The Professional vs. the Unprofessional Landlord


Part of being a real estate investor means that every time one of your friends or family has a real estate question they always come to you. And of course, since its friends or family that means you’re never making any money off of them and they think they can abuse your time.

I’m sure you know what I’m talking about. That’s why it is so important never to become friends with your tenants or anyone else you do business with. Once you become friends, your relationship changes forever and it will be hard to charge them for things or fire them from a job, if it ever happens to come to that.

The reason I bring this up is because last week I had a very close family friend come to me and ask for help regarding her first house that she is moving into. She’s a young, single girl and was renting a single family house, but like many tenants had no idea what she was doing.

I told her I had some time available on Tuesday so I agreed to accompany her to meet with the landlord and sign the lease.

When the landlord showed up, he was in shorts, a baggy shirt and had a baseball cap on. When he started going through the lease he literally said, “I borrowed this from a friend who owns a lot of rental properties but I’ve never actually read it.”

We went through the lease and there were several things I had him take out. For example, that she would pay for all repairs on the washer and dryer if they ever broke. And that she was not allowed to have pets. (She had a cat she wanted to bring). The landlord agreed to all of my changes.

The funny thing is, it was a solid lease.

Mine is similar and is landlord friendly, and I have some of the clauses that I made the guy take out. But in this instance I was helping the tenant and not acting as a landlord.

Now, from everything that was going on it was obvious this guy was just some amateur landlord and that this was probably his only rental property. However, the one huge mistake he made was having the property in his own name and therefore signing the lease in his name.

I don’t care if you have one property or 100.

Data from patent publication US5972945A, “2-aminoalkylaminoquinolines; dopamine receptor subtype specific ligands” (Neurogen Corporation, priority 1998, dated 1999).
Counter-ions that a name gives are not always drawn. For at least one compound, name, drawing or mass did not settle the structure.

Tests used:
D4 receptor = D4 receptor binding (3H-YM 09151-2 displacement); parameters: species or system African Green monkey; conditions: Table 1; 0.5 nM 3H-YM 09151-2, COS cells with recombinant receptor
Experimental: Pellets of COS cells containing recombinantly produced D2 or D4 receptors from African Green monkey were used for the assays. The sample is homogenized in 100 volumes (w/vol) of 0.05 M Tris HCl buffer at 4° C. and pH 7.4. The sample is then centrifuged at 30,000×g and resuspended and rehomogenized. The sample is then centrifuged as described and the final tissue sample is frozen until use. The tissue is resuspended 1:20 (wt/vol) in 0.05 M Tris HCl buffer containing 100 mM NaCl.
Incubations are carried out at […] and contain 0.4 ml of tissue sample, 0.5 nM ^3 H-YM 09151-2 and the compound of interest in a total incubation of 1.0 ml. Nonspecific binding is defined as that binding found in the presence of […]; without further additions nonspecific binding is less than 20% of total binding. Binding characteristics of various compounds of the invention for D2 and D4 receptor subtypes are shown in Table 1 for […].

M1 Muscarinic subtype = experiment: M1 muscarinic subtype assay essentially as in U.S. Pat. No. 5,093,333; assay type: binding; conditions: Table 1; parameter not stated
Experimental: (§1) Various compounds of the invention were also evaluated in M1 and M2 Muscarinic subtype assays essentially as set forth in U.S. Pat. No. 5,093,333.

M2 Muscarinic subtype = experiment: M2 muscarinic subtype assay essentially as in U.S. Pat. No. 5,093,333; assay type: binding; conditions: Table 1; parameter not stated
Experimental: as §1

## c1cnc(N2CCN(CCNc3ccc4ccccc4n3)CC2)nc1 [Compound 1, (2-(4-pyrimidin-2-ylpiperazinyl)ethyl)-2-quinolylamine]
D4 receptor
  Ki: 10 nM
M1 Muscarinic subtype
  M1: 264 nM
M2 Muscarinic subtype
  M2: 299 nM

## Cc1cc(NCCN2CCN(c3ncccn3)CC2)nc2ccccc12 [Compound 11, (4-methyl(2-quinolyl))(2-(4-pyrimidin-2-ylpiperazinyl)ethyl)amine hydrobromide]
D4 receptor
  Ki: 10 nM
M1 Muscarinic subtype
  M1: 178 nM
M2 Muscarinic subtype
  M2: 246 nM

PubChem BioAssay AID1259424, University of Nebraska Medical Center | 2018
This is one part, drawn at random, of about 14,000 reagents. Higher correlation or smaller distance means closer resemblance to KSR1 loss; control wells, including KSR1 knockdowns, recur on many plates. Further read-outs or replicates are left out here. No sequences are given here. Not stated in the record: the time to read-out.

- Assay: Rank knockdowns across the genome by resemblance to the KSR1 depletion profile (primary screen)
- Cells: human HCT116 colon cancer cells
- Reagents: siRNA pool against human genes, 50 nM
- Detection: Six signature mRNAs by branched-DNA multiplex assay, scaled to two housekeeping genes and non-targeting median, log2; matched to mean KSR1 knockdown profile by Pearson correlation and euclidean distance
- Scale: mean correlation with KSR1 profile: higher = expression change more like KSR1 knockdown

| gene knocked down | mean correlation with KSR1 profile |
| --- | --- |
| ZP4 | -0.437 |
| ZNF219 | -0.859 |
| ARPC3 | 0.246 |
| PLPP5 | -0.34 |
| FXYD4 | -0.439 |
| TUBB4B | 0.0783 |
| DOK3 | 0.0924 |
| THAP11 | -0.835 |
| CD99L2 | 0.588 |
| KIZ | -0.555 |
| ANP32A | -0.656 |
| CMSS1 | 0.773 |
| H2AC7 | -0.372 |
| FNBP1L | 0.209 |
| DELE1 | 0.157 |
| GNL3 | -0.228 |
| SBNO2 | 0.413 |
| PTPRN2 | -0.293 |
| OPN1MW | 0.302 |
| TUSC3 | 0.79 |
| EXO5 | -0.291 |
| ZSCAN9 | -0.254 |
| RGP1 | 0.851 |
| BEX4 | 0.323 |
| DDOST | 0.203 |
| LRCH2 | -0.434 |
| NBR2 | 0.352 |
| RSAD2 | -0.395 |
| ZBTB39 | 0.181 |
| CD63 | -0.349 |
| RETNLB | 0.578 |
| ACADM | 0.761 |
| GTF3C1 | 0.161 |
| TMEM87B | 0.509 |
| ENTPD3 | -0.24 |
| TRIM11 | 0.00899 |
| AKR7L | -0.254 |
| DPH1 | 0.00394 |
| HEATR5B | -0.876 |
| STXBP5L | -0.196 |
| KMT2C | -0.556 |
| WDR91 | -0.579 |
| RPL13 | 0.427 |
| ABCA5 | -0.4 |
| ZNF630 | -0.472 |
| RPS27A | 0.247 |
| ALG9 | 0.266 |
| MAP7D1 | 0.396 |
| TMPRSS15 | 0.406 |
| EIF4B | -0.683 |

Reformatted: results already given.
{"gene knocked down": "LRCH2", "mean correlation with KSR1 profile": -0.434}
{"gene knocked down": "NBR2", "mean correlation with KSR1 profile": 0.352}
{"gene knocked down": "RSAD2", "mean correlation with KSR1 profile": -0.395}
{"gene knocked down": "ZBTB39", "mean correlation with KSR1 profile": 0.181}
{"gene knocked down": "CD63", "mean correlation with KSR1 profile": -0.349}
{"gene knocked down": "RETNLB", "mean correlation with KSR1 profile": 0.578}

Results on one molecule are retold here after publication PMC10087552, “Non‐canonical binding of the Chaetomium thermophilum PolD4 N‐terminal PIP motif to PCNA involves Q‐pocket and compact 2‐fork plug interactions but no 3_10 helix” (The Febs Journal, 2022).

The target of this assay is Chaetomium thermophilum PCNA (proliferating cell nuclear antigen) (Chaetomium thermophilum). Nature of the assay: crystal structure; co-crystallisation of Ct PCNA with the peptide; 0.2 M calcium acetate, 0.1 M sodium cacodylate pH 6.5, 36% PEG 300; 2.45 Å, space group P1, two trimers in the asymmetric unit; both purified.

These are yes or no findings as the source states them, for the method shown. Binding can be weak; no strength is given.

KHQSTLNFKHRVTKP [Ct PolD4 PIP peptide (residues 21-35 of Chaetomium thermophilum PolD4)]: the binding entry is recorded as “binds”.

You need to have at least one LLC to protect you in case something happens to your tenants. If my friend happens to get injured in her new place then the landlord is personally liable and he could lose everything he has.

When everything was finished we did end up signing the lease and my friend was very happy to get her new house. On one hand I was worried about this landlord because I knew that eventually he’d probably get himself in a jam, but on the other hand, I buy most of my properties from guys like this so I’m very thankful for all of the amateur landlords out there.

But please don’t be one of them. Form an LLC, stick to your guns and don’t let people change important clauses in your lease, and always act professional and meet with your tenants properly groomed.

Photo: Matt McNier

About Author

Jason R. Hanson is the founder of National Real Estate Investor Month and the author of “How to Build a Real Estate Empire”. Jason specializes in purchasing properties “subject-to” and has purchased millions of dollars worth of property using none of his own cash or credit.


  1. Hi,
    I was wondering for the landlords with 1 or 2 properties, is it worth starting up an LLC? On the assumption that the landlord is not interested in acquiring more properties.

    • Yes!! Just as stated in the article, it does NOT matter if you have 1 or 200 properties. If it’s in your name, it’s YOUR livelyhood on the line when some tenant tries to sue you or doesn’t pay rent, therefore, affecting your ability to pay mortgage. Do not mix personal funds and LLC funds or then your LLC protection is meaningless in court.

      Learn about this stuff before you get involved. It’s a serious thing.

  2. Since government backed loans are issued in your own name, are you then deeding them to the LLtC? Are you requesting permission from the banks? What about the due on sale clause?
    Won’t a good insurance policy take care of this senario? I have a $2 million umbrella extended over my rentals.

    • Max Tanenbaum

      Same question as Lynn. In PA you have to pay transfer tax to deed the property into an LLC. You can’t do that at the time of purchase if you are using a mortgage, as banks will not lend to an LLC. Transfer tax is expensive, so although I plan on eventually moving my properties into the LLC, for now I just over-insure everything.

      I’d like to hear from others regarding this issue…

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